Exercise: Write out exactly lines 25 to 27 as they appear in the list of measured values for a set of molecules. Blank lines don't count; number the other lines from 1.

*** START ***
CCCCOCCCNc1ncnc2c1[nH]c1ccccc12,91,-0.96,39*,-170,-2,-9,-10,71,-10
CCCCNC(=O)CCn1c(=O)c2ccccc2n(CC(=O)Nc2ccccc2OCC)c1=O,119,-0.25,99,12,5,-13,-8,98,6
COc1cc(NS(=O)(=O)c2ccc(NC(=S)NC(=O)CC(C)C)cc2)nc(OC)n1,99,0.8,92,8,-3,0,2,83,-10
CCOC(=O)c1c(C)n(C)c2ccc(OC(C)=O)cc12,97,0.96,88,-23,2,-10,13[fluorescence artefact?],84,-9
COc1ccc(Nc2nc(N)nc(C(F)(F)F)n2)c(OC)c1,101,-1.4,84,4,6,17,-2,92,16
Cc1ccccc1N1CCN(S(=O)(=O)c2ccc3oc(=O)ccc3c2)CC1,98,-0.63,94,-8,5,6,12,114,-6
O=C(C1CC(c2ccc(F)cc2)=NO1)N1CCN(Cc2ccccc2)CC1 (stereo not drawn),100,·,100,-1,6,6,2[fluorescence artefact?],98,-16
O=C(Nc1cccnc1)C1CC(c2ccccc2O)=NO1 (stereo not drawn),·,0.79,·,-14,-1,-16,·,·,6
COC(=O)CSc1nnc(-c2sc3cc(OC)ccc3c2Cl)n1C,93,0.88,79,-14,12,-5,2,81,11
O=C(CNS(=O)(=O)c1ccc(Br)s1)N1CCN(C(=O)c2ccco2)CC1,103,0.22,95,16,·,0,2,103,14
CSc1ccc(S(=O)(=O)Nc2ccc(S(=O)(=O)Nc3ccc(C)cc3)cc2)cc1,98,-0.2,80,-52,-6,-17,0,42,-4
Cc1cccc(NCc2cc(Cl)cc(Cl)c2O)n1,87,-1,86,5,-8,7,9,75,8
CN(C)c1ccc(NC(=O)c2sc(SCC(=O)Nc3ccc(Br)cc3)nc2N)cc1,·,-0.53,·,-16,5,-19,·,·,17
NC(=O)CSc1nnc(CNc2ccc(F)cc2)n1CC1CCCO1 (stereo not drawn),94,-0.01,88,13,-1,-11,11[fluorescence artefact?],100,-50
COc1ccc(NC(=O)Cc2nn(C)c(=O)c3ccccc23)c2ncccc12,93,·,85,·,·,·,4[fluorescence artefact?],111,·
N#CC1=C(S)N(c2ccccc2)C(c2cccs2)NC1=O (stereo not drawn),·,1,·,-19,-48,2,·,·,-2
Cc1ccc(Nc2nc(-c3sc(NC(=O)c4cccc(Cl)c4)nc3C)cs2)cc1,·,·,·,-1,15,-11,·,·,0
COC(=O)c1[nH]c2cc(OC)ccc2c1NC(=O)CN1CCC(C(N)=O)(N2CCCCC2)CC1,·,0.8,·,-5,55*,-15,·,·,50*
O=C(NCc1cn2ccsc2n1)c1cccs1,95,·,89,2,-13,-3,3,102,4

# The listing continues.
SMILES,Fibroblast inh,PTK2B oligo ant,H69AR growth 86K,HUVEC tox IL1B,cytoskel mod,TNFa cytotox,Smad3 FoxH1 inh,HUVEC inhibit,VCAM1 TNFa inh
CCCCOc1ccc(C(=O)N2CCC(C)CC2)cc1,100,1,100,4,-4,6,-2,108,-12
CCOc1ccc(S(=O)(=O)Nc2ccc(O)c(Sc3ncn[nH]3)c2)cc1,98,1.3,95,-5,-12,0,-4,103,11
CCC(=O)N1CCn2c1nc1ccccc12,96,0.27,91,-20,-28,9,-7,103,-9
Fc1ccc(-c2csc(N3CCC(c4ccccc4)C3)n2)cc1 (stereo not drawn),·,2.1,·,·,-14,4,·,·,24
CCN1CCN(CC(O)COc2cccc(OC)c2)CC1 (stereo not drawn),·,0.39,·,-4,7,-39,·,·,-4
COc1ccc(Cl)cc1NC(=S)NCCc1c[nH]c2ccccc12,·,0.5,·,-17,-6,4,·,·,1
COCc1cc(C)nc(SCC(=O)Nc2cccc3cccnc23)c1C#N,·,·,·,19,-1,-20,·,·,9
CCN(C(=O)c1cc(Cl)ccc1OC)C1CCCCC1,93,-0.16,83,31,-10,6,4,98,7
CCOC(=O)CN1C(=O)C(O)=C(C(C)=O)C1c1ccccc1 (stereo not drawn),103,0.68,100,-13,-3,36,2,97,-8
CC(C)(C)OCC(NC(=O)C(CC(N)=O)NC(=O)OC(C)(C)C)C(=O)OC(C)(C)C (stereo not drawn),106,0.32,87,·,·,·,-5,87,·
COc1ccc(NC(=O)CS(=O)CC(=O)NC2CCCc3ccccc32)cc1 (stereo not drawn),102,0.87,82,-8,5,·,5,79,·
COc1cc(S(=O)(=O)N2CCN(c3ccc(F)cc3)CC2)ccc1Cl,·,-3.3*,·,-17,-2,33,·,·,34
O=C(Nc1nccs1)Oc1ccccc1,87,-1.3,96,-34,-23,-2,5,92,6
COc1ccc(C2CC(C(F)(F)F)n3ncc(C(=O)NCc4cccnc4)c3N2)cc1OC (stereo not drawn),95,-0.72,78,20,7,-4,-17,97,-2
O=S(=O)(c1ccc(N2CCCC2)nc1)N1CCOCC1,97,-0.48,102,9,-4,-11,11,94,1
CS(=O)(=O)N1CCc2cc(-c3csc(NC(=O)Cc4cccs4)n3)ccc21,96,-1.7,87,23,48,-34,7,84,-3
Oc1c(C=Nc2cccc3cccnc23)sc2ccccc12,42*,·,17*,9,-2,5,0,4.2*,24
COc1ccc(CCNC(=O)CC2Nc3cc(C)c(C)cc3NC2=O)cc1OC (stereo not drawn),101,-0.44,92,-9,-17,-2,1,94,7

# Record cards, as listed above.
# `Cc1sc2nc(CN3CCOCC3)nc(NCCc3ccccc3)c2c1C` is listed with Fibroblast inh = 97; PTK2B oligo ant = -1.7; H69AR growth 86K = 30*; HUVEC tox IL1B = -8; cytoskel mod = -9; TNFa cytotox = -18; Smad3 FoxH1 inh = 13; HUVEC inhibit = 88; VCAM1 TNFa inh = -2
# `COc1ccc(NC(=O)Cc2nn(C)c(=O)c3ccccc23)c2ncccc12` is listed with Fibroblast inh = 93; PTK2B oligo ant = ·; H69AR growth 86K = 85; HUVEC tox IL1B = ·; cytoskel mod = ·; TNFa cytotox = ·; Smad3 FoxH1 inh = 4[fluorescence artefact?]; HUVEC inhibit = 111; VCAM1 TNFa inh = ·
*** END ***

Fc1ccc(-c2csc(N3CCC(c4ccccc4)C3)n2)cc1 (stereo not drawn),·,2.1,·,·,-14,4,·,·,24
CCN1CCN(CC(O)COc2cccc(OC)c2)CC1 (stereo not drawn),·,0.39,·,-4,7,-39,·,·,-4
COc1ccc(Cl)cc1NC(=S)NCCc1c[nH]c2ccccc12,·,0.5,·,-17,-6,4,·,·,1